Near ultraviolets[edit | edit source]

This composite image shows Z Camelopardalis, or Z Cam, a double-star system featuring a collapsed, dead star, called a white dwarf, and a companion star, as well as a ghostly shell around the system. Credit: NASA/JPL-Caltech/M. Seibert(OCIW)/T. Pyle(SSC)/R. Hurt(SSC).{{free media}}
The Galaxy Evolution Explorer (GALEX) was an orbiting ultraviolet space telescope which was launched on April 28, 2003 and operated until early 2012 (decommissioned in June 2013). Credit: NASA.{{free media}}

"This composite image [on the right] shows Z Camelopardalis, or Z Cam, a double-star system featuring a collapsed, dead star, called a white dwarf, and a companion star, as well as a ghostly shell around the system. The massive shell provides evidence of lingering material ejected during and swept up by a powerful classical nova explosion that occurred probably a few thousand years ago."[144]

"The image combines data gathered from the far-ultraviolet and near-ultraviolet detectors on NASA's Galaxy Evolution Explorer on Jan. 25, 2004. The orbiting observatory first began imaging Z Cam in 2003."[144]

"Z Cam is the largest white object in the image, located near the center. Parts of the shell are seen as a lobe-like, wispy, yellowish feature below and to the right of Z Cam, and as two large, whitish, perpendicular lines on the left."[144]

"Z Cam was one of the first known recurrent dwarf nova, meaning it erupts in a series of small, "hiccup-like" blasts, unlike classical novae, which undergo a massive explosion."[144]

The "huge shell around Z Cam [...] it could only be explained as the remnant of a full-blown classical nova explosion. This finding provides the first evidence that some binary systems undergo both types of explosions. Previously, a link between the two types of novae had been predicted, but there was no evidence to support the theory."[144]

"The faint bluish streak in the bottom right corner of the image is ultraviolet light reflected by dust that may or may not be related to Z Cam."[144]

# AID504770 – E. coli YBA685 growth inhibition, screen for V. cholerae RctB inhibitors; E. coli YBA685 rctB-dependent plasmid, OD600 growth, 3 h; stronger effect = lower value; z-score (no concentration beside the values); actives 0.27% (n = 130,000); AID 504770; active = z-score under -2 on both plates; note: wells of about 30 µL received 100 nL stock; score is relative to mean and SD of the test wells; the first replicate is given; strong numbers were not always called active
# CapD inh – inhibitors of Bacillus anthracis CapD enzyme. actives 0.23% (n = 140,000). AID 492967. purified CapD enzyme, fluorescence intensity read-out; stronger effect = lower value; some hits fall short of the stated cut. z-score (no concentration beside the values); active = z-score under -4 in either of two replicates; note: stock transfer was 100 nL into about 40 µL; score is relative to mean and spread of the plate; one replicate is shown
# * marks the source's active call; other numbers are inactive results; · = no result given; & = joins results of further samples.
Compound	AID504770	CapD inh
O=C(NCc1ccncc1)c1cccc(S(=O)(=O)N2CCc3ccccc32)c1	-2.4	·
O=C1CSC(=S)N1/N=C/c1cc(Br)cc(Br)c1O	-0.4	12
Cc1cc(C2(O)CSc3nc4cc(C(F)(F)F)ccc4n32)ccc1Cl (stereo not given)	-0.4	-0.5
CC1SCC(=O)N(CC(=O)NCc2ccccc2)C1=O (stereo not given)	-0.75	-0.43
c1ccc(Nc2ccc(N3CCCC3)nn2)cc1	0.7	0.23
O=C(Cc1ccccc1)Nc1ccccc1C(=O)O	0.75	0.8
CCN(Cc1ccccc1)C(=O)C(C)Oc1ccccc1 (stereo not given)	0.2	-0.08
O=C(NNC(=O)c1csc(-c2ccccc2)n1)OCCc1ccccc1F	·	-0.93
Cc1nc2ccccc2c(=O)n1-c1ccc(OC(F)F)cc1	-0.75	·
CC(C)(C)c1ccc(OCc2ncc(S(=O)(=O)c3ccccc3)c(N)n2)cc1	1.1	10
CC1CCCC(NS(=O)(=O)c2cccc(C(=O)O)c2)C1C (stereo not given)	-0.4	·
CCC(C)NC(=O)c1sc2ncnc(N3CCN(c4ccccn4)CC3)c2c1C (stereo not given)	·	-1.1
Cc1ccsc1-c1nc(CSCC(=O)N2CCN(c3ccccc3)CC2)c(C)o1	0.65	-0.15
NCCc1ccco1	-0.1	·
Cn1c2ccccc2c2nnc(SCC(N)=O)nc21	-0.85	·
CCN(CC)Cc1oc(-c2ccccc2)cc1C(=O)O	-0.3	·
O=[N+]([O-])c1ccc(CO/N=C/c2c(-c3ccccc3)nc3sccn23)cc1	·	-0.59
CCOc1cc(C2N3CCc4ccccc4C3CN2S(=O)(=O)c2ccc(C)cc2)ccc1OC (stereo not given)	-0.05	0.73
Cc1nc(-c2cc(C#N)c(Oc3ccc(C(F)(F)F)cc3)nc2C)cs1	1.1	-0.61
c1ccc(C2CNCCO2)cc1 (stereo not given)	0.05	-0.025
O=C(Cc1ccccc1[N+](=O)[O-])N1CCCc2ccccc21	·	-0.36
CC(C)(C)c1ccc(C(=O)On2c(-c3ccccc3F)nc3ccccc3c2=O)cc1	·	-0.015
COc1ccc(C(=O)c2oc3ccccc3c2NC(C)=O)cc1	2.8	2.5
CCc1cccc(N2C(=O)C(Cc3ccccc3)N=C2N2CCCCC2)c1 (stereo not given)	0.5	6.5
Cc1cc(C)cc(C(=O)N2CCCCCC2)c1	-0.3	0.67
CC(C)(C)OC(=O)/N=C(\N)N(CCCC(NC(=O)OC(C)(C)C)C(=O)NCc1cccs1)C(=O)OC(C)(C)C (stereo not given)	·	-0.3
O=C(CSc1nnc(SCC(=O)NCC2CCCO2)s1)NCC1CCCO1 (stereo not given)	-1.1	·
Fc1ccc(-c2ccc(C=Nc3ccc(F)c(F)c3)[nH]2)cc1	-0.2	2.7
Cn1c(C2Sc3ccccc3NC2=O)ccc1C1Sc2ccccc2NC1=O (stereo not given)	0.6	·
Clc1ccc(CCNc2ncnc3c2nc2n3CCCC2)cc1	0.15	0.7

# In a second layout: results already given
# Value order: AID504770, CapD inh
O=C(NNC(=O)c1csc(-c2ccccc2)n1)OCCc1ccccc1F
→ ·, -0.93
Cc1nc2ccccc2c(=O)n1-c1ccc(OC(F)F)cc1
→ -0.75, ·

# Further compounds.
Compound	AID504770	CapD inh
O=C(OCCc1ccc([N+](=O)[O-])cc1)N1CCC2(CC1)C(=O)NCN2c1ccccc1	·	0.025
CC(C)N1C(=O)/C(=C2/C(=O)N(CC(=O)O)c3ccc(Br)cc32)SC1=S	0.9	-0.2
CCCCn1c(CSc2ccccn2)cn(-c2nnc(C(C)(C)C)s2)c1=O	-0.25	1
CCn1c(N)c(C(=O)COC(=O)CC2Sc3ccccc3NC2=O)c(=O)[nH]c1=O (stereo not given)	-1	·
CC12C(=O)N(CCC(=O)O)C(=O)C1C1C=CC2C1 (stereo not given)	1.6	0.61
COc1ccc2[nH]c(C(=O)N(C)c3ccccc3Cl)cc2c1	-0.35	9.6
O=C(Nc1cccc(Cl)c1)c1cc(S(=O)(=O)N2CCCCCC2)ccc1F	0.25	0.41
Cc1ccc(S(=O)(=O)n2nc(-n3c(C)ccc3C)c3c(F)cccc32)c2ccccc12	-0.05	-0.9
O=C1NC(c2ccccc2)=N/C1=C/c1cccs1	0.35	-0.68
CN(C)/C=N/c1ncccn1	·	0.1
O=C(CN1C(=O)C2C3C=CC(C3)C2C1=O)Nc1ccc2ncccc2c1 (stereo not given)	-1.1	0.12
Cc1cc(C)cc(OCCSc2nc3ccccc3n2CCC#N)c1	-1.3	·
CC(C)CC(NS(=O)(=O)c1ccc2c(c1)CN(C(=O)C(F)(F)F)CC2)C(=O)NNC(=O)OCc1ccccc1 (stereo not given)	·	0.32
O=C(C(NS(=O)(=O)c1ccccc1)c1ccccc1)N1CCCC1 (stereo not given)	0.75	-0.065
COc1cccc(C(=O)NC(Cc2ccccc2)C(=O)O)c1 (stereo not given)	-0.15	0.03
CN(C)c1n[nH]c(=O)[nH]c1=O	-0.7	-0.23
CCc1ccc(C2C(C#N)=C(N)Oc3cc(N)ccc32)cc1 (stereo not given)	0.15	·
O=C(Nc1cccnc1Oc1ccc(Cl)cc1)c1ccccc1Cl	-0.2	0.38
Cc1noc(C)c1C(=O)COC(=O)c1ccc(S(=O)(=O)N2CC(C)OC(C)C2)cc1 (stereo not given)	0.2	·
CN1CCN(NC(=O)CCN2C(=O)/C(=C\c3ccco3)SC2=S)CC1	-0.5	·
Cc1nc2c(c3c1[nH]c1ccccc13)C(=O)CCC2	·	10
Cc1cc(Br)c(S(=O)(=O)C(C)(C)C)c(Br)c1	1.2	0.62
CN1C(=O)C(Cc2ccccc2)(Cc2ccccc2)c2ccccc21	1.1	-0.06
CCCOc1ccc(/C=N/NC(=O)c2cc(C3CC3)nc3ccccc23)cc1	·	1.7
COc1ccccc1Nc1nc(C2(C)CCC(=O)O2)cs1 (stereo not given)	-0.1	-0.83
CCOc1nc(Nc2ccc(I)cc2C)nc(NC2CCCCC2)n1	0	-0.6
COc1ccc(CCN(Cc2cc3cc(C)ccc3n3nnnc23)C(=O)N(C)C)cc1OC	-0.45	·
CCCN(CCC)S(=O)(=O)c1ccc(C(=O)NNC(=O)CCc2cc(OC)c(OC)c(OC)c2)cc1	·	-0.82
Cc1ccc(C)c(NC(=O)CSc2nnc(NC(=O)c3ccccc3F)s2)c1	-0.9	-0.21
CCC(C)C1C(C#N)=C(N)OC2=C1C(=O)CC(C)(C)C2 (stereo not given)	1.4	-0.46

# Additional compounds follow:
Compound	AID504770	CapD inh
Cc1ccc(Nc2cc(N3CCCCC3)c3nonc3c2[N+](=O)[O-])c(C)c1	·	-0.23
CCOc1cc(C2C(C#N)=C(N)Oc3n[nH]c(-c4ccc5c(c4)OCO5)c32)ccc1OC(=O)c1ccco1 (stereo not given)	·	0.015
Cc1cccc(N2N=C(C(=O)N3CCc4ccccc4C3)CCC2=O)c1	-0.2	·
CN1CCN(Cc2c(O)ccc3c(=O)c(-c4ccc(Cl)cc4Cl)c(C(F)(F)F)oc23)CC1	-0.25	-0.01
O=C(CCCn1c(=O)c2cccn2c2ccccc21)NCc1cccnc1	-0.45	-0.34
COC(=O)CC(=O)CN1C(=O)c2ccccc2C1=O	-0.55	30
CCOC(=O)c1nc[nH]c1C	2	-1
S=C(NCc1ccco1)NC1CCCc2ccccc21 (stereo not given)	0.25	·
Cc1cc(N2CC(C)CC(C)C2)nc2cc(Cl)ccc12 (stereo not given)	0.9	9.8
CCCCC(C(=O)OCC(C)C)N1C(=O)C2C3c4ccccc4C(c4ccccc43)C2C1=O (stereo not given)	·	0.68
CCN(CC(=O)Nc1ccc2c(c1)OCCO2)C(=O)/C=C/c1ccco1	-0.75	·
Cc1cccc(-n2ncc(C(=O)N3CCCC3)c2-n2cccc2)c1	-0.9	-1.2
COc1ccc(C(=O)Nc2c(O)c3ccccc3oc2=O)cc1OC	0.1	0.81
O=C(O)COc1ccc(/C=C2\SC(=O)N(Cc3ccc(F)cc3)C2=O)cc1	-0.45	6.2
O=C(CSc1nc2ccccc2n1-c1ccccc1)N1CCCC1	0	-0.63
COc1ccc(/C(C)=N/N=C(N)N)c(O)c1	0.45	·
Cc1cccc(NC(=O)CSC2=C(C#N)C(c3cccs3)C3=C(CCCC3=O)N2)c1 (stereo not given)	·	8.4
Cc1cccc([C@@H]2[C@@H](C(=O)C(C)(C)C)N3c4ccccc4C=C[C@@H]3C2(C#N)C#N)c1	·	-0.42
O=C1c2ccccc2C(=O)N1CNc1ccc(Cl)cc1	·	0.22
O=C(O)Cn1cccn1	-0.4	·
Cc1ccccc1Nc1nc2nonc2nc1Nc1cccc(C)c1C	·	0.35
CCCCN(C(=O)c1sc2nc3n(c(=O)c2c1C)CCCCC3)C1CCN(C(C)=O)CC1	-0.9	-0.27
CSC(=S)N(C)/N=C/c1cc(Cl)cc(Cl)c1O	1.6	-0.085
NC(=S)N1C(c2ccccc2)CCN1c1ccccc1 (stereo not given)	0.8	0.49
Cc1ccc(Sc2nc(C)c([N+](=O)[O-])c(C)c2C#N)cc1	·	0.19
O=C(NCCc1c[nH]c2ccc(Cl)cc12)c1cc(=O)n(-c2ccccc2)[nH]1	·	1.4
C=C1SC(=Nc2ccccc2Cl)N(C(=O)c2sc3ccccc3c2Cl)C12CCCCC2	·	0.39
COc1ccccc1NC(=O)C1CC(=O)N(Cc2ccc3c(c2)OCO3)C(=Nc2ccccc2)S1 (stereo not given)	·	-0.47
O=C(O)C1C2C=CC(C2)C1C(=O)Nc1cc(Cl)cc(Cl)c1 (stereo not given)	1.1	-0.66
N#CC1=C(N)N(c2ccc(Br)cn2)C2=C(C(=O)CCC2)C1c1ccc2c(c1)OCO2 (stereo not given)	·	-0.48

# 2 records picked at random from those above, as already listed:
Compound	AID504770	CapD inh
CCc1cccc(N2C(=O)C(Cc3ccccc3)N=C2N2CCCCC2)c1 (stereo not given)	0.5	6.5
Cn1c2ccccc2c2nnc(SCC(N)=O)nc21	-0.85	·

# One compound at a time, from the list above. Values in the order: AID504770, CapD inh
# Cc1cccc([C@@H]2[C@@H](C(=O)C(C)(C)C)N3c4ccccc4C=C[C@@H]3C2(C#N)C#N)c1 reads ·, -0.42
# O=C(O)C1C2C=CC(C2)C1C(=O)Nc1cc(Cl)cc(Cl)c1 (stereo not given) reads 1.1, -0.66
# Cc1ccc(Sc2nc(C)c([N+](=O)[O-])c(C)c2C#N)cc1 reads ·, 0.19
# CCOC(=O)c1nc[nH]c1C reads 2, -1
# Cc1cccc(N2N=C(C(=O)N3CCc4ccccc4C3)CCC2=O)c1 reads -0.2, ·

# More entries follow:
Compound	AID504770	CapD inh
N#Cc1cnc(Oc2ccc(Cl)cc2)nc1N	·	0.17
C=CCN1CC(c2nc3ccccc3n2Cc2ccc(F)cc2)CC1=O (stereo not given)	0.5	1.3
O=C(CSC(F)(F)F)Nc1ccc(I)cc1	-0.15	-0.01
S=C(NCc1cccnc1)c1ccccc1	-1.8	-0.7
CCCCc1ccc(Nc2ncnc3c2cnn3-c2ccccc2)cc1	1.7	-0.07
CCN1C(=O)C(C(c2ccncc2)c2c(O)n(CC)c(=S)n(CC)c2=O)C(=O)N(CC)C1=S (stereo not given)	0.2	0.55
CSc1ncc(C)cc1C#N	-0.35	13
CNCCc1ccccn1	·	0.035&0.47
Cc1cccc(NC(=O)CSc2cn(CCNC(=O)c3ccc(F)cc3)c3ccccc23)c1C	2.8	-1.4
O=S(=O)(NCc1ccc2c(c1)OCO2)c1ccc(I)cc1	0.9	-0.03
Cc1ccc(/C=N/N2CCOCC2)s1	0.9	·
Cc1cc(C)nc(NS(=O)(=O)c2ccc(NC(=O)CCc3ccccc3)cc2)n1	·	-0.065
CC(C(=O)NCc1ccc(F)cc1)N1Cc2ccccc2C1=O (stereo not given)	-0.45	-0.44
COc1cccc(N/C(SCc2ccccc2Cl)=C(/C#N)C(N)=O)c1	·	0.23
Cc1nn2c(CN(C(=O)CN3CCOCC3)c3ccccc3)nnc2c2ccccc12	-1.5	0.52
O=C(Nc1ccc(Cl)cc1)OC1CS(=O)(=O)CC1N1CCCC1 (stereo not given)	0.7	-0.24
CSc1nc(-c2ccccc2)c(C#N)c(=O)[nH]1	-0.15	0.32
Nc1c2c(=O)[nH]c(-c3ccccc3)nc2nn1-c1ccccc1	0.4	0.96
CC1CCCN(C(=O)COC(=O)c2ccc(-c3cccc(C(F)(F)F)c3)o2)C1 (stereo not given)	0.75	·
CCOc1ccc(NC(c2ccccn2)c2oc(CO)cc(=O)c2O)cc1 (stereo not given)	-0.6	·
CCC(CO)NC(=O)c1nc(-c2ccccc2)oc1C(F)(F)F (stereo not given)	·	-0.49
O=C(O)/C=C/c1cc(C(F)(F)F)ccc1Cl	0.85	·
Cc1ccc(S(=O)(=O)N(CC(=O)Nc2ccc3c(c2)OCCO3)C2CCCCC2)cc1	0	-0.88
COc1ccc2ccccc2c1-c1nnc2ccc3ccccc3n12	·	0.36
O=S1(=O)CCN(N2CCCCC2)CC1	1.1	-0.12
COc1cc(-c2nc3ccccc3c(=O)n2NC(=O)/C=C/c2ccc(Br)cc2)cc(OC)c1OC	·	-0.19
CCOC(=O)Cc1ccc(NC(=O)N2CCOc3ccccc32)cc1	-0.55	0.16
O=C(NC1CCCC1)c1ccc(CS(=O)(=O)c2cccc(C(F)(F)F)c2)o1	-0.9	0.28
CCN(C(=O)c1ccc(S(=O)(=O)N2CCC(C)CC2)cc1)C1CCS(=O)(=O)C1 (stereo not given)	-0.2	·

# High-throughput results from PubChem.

"The yellow objects are strong near-ultraviolet emitters; blue features have strong far-ultraviolet emission; and white objects have nearly equal amounts of near-ultraviolet and far-ultraviolet emission."[144]

Violets[edit | edit source]

This is a NASA photograph of one of the two identical Voyager space probes Voyager 1 and Voyager 2 launched in 1977. Credit: NASA.{{free media}}
The image shows the spectral range for the violet filter of Voyager 1 and Voyager 2. Credit: Xession.{{free media}}

The scan platform of Voyager 1 and 2 comprises: the Infrared Interferometer Spectrometer (IRIS) (largest camera at right) in the image at left; the Ultraviolet Spectrometer (UVS) to the right of the UVS; the two Imaging Science Subsystem (ISS) vidicon cameras to the left of the UVS; and the Photopolarimeter System (PPS) barely visible under the ISS.

At right is an image of the spectral range of the Violet filter (50 to 400 nm)[145] on the Imaging Science System aboard the Voyager 1 and Voyager 2 Spacecraft, as defined by the instrument descriptions of the Narrow Angle Camera and Wide Angle Camera.

Visuals[edit | edit source]

The International Space Station is featured in this image. Credit: NASA.{{free media}}
Aurora Borealis is photographed by NASA astronaut Donald R. Pettit. Credit: NASA.{{free media}}

An STS-134 crew member on the space shuttle Endeavor photographed the International Space Station shown at right. The photograph was taken after the station and shuttle began their post-undocking relative separation.